Treatment for BPH focuses on reducing the symptoms associated with prostatic enlargement.
The decision on how to treat BPH depends on how bothersome your symptoms are. The American Urological Association (AUA) Symptom score is one way to measure how affected you are by your symptoms and how well you are responding to treatment.
The first line treatment for BPH consists of behavioral changes, such as double voiding, timed voiding, avoidance of caffeine, alcohol and other diuretics, as well as night-time fluid restriction.
Medical therapy often consists of using alpha blockers, such as Flomax, Uroxatral, Rapaflo, Cardura, or Hytrin. Originally used to treat high blood pressure, these medications relax the muscle around the prostate and bladder neck, thereby increasing urinary flow and decreasing symptoms. Five-alpha reductase inhibitors (5ARIs), such as Proscar or Avodart, block the conversion of testosterone to dihydrotestosterone within cells of the prostate. This results in shrinkage of the prostate and a decrease in the associated blockage of urinary flow.
Often, alpha blockers and 5ARIs are used in combination to augment therapeutic effect. Anticholinergics, medications that inhibit bladder contractions, can also be used to further improve symptom relief. Finally, Cialis has been used to also help improve BPH-related symptoms.
Surgery represents the most reliable way to relieve urinary symptoms, although it is typically reserved for patients for whom medications are not helpful, or for those unable to tolerate, or unwilling to take, medications.
Most surgeries for BPH today are endoscopic in nature and therefore do not require any incisions. Rather, surgical instruments are passed via the urethra to the level of the prostate.
The gold standard consists of transurethral resection of the prostate (TURP), where the core of the prostate is cut into small pieces and then removed. TURP may be performed using different types of electrosurgical as well as laser energy. Laser TURP is performed using lasers of various types and wavelengths (e.g. holmium laser, Greenlight™ laser) that carry the advantage of decreased risk of complications such as intraoperative bleeding and fluid absorption.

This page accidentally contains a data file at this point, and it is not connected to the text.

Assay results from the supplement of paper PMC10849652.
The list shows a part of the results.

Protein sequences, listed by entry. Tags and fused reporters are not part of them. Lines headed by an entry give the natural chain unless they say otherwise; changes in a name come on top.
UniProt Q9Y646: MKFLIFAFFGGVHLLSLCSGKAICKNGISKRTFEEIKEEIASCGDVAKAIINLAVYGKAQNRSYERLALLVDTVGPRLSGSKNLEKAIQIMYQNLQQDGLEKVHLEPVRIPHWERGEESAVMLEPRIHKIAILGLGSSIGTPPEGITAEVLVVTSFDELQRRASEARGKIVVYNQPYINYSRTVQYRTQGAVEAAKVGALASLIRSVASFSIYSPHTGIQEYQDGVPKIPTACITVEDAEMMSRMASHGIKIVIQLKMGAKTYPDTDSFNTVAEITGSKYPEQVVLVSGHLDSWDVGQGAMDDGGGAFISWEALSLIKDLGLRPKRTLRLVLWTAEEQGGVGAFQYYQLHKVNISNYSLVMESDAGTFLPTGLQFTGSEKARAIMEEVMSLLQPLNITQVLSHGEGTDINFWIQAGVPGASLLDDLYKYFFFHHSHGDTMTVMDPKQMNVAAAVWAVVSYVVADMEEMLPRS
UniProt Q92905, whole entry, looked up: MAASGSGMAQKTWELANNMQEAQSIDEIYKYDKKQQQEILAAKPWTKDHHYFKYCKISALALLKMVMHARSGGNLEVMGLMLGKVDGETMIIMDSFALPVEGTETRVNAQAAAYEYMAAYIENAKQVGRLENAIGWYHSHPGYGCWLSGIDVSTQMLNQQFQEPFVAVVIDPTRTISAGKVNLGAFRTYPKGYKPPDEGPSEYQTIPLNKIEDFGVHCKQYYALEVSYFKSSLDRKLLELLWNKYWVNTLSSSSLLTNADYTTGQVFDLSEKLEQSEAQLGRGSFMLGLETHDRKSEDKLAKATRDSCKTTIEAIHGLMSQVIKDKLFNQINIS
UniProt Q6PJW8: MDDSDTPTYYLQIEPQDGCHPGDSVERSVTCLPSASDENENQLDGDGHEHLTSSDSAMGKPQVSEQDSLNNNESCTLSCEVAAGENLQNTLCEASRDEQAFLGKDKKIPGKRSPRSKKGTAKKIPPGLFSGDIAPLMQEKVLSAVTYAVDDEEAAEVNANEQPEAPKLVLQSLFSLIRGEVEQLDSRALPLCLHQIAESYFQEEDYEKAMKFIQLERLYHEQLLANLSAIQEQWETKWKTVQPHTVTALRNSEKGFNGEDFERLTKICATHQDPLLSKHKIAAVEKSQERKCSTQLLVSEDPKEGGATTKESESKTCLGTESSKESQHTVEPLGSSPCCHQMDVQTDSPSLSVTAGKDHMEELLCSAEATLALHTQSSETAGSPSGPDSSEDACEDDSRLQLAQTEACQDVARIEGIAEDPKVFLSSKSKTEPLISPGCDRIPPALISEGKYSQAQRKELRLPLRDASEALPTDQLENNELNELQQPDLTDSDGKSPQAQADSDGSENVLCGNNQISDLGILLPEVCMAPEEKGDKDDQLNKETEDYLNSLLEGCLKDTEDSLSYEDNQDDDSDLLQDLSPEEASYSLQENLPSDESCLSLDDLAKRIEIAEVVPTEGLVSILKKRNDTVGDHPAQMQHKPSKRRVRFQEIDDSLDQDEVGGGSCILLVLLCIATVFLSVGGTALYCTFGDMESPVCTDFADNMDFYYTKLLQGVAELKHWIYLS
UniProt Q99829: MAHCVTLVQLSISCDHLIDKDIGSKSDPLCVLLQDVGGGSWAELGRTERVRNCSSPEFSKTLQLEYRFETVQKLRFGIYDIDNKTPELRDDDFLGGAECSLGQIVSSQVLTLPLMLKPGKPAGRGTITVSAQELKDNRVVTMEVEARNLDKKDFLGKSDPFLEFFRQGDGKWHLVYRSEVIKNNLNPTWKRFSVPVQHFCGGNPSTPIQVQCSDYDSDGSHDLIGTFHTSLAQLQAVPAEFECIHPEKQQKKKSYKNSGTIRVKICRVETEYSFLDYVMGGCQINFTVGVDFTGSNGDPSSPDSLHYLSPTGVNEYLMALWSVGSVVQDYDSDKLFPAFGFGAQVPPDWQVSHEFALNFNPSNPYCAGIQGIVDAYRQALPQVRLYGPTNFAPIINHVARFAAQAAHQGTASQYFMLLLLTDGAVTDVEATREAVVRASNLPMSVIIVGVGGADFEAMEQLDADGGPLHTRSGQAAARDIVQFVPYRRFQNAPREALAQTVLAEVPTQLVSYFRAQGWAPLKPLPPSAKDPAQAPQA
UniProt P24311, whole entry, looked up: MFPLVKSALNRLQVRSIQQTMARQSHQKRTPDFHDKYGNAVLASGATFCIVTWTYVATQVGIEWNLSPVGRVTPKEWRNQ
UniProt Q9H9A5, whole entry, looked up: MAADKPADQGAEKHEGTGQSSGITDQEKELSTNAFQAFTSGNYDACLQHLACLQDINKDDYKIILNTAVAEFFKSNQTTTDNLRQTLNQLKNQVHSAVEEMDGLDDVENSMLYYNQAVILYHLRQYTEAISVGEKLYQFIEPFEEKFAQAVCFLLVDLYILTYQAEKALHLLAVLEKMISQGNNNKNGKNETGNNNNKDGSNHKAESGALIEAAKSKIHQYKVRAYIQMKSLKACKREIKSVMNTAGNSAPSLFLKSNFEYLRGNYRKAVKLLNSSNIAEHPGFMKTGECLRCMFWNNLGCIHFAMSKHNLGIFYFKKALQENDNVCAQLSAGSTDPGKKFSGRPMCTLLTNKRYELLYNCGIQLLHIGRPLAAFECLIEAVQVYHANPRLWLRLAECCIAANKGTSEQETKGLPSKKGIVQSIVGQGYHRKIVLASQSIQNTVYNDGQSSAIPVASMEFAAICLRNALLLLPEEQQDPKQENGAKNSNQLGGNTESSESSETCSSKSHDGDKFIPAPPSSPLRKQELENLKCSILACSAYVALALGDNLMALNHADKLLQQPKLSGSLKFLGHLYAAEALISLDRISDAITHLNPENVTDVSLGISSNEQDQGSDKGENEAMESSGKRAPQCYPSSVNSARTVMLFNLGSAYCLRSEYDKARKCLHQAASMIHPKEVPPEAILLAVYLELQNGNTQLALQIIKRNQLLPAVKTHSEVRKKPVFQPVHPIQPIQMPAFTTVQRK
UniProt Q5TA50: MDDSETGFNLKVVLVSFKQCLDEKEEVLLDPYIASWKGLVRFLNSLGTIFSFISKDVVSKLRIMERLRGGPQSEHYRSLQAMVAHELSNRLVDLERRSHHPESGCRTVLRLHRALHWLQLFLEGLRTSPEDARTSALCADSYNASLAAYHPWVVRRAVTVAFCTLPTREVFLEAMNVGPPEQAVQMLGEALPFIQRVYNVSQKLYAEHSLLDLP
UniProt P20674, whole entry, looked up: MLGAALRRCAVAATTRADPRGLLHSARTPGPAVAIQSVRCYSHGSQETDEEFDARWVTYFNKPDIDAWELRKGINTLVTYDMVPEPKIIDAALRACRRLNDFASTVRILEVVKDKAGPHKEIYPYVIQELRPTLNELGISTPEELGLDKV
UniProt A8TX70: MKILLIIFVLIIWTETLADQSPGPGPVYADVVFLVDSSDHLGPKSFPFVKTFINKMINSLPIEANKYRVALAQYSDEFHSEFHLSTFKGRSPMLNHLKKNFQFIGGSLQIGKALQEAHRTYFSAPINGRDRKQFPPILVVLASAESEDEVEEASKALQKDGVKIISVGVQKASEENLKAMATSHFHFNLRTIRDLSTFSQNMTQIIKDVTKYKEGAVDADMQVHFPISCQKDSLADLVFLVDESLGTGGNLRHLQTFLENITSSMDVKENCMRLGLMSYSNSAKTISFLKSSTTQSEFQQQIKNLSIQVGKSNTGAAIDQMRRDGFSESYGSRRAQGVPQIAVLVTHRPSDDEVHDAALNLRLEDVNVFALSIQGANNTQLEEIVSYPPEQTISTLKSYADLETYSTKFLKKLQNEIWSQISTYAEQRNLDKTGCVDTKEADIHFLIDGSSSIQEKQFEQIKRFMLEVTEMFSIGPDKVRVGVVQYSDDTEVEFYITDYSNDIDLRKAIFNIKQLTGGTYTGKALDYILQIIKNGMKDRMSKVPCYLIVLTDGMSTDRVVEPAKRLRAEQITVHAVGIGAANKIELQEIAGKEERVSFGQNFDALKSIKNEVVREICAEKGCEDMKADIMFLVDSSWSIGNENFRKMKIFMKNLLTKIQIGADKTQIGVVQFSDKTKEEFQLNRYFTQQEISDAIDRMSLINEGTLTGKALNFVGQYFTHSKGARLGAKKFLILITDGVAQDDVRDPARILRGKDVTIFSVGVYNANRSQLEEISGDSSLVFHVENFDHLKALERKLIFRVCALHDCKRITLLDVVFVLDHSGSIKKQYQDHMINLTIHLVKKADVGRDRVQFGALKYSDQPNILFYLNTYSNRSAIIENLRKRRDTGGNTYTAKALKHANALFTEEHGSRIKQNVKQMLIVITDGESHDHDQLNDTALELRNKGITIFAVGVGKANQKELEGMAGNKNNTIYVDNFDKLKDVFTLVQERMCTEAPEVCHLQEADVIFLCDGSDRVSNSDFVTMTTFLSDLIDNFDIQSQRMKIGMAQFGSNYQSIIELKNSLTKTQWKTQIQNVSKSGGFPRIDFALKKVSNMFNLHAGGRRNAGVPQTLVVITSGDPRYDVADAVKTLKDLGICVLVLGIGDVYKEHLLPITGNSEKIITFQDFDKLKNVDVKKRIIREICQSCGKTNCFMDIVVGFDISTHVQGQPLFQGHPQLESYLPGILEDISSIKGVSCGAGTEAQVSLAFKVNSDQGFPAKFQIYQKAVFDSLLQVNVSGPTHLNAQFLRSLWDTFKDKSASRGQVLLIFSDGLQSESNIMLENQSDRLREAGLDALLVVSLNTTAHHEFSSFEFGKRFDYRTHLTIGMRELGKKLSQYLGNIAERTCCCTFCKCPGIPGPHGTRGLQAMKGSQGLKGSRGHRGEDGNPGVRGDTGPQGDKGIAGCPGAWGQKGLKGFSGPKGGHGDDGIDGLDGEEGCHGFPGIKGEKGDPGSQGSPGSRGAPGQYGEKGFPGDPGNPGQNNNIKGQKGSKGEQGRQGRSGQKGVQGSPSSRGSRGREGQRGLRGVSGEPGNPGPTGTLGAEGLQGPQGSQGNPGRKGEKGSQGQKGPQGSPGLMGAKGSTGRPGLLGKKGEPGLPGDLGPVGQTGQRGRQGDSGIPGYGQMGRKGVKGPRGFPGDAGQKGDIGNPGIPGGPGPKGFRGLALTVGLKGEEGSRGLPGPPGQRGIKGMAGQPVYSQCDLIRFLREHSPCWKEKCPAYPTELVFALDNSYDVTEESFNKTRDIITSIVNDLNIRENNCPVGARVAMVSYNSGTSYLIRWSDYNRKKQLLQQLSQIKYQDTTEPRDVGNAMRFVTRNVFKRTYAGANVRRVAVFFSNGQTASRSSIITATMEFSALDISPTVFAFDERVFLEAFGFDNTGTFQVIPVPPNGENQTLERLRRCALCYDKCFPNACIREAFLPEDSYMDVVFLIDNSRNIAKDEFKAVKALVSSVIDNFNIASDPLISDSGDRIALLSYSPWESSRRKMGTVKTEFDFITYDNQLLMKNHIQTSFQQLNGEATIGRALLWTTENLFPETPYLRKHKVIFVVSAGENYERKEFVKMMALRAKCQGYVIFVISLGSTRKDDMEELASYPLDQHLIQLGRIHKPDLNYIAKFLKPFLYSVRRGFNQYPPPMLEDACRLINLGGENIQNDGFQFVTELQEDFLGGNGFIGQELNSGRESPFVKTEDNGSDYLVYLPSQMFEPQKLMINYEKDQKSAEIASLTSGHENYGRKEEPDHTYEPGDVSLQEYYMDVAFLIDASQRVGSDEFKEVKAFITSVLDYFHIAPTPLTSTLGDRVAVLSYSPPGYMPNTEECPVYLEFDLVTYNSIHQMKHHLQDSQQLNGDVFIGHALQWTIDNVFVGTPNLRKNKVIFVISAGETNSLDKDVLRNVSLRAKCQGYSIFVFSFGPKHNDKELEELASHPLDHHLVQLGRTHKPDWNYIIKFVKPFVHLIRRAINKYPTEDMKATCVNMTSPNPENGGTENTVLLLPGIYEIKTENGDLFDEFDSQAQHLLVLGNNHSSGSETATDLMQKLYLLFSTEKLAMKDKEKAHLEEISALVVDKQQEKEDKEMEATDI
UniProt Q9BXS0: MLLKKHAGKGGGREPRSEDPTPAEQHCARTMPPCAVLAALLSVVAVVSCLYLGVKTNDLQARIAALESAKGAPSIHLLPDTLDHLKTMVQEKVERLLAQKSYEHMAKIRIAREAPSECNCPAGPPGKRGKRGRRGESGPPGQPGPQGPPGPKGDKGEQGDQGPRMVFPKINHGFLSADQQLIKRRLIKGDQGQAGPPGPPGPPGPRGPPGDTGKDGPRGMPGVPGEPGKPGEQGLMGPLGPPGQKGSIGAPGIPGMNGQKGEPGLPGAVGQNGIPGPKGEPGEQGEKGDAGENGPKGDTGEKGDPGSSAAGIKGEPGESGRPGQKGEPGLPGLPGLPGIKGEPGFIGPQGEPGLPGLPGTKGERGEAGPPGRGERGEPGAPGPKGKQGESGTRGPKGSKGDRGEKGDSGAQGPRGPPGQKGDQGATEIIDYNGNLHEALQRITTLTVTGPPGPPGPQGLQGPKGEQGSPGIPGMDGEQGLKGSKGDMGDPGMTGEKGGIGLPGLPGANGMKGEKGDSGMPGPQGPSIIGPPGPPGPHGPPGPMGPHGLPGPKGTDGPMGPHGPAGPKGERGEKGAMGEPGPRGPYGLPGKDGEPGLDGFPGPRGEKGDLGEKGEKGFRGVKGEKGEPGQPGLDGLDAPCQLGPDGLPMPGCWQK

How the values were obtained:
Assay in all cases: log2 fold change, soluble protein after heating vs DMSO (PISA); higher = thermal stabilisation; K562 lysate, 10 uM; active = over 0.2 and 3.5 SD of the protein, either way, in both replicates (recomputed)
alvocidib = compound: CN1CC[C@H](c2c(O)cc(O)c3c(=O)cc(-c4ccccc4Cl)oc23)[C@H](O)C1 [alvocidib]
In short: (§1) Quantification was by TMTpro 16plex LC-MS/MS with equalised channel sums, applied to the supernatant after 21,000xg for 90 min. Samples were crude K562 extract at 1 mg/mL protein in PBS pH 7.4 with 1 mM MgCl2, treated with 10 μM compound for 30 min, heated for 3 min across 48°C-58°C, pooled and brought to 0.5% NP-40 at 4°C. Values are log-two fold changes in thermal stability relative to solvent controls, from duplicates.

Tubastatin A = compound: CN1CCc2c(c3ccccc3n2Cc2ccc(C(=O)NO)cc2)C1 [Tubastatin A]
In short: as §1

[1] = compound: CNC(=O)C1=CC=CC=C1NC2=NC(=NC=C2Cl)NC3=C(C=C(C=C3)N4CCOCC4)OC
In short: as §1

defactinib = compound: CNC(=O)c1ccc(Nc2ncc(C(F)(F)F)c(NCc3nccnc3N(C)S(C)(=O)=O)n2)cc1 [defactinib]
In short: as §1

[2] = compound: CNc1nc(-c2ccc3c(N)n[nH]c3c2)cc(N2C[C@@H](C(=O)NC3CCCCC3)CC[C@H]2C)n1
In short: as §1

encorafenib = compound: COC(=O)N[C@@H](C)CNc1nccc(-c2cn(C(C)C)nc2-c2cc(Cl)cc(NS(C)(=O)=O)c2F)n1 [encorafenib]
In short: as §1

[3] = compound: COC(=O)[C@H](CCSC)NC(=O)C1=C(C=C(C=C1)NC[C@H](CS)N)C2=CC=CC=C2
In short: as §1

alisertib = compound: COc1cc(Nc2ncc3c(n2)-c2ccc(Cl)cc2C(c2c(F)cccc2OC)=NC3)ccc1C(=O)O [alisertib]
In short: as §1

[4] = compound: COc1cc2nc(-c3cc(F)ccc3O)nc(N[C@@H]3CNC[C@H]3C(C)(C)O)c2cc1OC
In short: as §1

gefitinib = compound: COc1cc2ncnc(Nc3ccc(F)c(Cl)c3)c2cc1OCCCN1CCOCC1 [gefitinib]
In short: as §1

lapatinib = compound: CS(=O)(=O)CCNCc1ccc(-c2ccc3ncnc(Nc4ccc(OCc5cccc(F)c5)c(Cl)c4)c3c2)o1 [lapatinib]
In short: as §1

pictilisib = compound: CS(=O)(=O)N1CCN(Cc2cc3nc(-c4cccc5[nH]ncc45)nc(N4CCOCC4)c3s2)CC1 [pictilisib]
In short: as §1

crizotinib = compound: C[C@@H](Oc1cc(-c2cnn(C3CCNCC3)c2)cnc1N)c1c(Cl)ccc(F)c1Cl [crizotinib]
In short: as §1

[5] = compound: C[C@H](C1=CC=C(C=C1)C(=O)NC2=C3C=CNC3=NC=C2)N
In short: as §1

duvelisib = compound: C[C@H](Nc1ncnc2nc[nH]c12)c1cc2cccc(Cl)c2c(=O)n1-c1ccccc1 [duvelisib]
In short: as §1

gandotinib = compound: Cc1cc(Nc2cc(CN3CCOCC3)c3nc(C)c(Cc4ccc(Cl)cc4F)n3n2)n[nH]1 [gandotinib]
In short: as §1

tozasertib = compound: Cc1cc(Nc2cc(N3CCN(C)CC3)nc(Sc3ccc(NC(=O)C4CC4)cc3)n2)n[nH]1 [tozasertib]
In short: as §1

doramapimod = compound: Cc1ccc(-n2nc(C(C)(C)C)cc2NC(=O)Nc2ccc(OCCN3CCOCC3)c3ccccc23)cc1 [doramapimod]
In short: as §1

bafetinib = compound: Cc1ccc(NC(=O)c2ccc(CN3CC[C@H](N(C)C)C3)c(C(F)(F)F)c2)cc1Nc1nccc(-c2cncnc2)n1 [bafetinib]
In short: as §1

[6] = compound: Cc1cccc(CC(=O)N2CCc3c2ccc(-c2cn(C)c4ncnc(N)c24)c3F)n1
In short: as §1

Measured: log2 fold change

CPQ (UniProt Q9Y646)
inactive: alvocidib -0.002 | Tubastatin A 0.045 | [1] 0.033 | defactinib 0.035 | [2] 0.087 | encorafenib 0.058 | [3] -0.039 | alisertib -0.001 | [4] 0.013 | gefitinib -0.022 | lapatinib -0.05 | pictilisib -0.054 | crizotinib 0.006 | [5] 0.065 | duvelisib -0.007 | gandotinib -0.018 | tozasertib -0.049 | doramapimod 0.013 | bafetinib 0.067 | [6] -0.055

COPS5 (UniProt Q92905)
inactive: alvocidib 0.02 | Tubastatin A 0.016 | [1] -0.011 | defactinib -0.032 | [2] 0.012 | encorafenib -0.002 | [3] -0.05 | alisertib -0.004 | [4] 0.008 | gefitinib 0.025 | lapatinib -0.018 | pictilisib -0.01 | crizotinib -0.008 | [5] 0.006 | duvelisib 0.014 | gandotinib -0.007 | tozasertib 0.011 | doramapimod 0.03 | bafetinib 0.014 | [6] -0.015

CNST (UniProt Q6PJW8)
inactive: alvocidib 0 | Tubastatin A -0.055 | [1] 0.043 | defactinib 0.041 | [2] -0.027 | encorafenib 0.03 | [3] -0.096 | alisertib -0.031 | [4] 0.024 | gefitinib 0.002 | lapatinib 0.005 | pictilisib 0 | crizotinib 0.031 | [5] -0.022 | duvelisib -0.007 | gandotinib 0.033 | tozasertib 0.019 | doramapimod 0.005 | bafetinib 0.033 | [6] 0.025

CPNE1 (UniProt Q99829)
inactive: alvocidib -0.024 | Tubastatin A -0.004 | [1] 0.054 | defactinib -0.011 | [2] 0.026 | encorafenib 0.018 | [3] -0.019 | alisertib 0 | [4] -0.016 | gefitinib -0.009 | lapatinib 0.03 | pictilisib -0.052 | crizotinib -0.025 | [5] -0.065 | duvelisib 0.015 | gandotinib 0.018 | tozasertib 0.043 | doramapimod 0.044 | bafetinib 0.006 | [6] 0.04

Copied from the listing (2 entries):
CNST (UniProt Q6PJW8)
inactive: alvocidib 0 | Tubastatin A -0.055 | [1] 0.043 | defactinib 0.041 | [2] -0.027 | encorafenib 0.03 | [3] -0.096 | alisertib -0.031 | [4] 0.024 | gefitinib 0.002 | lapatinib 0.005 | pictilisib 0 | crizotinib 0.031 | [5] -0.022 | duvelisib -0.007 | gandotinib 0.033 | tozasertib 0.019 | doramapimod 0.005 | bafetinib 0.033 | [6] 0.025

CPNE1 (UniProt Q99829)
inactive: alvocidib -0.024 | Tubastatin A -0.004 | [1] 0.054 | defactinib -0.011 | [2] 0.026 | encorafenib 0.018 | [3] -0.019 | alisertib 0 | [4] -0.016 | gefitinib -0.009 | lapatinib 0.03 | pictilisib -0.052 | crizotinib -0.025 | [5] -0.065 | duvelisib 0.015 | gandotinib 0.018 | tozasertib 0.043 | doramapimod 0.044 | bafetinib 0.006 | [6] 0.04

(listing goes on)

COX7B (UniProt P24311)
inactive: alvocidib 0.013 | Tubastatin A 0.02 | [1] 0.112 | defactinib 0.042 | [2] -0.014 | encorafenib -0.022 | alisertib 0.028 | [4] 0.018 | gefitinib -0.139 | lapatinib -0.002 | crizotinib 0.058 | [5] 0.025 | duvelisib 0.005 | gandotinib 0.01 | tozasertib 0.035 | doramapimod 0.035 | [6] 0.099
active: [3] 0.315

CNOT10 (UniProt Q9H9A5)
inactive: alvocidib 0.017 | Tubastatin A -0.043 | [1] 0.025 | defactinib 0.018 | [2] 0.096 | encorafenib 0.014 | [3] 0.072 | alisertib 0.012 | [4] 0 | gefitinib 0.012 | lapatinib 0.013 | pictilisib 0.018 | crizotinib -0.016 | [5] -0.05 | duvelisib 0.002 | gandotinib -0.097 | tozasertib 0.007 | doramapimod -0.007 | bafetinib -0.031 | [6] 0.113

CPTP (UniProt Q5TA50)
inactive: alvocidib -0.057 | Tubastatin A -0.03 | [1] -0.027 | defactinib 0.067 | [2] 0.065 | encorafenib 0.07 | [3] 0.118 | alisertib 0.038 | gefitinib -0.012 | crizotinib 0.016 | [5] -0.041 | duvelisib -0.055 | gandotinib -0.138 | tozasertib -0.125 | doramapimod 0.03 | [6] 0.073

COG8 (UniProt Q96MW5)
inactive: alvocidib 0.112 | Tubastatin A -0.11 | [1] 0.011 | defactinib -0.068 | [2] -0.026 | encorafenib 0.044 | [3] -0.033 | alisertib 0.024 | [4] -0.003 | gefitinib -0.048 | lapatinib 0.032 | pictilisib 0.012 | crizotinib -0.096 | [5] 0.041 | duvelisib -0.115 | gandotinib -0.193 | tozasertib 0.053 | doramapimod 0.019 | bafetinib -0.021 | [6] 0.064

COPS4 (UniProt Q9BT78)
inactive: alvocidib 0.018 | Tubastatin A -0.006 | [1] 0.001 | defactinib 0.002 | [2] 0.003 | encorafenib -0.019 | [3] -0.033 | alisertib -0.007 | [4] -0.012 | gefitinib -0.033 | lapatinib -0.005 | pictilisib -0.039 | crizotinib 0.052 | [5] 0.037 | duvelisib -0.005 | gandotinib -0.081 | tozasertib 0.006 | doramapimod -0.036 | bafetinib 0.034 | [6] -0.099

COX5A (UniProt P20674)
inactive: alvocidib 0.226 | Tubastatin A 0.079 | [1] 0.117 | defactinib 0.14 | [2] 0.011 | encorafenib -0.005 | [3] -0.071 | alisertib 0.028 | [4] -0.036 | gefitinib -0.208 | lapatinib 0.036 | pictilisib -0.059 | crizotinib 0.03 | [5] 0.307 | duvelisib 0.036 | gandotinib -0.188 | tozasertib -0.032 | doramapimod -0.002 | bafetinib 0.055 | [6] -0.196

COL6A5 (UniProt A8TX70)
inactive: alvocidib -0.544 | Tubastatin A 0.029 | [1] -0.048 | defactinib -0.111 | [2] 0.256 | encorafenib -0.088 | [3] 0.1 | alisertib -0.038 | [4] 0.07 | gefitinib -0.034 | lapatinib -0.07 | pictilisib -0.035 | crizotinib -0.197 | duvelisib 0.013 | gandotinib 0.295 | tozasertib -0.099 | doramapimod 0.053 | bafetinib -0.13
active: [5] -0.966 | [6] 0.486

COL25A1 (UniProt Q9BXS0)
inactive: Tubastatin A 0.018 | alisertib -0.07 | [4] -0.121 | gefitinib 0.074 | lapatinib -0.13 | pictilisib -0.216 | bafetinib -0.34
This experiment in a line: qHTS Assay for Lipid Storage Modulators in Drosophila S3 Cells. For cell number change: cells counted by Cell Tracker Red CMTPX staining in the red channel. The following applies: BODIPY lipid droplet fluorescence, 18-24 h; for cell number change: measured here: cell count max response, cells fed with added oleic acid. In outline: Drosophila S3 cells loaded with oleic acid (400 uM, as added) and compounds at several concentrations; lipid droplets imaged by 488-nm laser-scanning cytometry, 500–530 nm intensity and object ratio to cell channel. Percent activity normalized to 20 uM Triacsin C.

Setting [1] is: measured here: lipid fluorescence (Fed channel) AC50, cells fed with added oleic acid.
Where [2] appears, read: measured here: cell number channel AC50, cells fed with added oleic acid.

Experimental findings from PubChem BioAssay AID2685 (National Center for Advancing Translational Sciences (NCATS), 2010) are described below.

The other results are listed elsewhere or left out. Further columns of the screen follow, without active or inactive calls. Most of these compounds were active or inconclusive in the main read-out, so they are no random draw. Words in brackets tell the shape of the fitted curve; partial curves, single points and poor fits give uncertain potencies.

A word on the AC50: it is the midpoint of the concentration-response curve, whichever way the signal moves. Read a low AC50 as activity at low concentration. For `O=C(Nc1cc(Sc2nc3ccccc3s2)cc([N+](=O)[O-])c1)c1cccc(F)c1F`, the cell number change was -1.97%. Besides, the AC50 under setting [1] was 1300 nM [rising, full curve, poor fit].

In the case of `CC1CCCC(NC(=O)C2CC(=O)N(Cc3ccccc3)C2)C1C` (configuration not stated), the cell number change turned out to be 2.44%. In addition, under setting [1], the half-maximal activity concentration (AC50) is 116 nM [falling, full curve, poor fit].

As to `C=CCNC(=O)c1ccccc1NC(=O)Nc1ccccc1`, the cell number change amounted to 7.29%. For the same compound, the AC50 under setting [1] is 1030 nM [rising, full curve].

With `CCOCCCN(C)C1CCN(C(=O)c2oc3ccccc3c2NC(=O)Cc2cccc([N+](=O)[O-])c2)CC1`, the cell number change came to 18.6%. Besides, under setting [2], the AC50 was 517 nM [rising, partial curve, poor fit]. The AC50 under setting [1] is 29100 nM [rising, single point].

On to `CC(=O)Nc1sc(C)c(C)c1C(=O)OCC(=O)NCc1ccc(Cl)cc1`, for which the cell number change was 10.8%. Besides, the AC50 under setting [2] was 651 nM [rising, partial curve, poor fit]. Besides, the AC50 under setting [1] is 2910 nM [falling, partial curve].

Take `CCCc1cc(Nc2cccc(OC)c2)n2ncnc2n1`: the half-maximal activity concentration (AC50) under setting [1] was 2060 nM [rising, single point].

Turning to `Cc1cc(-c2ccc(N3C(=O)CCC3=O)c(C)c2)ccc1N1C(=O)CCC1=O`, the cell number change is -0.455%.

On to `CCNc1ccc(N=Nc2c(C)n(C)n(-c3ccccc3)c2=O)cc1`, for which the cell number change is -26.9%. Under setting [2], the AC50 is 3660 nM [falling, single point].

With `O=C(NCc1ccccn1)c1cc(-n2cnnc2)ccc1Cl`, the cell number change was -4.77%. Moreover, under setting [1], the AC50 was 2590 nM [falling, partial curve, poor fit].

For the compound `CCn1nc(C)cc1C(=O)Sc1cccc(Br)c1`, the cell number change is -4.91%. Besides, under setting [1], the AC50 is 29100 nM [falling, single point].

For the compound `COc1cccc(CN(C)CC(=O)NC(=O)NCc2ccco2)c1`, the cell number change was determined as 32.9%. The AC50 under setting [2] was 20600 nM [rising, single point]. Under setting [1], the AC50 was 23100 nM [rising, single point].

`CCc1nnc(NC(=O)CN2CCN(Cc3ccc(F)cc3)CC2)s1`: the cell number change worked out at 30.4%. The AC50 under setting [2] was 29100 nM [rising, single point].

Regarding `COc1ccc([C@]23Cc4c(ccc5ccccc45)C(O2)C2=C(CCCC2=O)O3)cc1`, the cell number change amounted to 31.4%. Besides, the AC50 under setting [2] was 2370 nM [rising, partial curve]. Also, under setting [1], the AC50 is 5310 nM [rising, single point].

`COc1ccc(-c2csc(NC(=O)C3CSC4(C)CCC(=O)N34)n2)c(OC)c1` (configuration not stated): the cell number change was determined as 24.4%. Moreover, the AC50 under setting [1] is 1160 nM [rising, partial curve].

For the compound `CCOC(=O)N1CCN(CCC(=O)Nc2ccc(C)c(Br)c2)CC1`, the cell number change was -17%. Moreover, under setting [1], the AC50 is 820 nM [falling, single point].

Newer electrosurgical technologies include the use of bipolar button or loop, which also decrease the risk of fluid absorption.
Other minimally invasive techniques include transurethral microwave therapy (TUMT), in which microwave energy is used to destroy a portion of the prostate through heating, as well as transurethral needle ablation (TUNA), in which a heated needle is used to destroy a portion of the prostate.
Finally, simple prostatectomy can be performed in open, laparoscopic, or robotic fashion, and is typically reserved for patients with very large prostates, where transurethral surgery would be difficult to perform safely. The prostate is accessed via incisions in the skin.
New Technologies for BPH
Newer technologies for BPH are continually being tested and evaluated. These include the Urolift procedure, which uses small anchors to mechanically retract enlarged prostatic tissue as well as Rezum therapy, which uses water vapor to destroy BPH tissue. Finally, the use of high pressure water jets, dubbed Aquablation therapy, is being tested to treat BPH.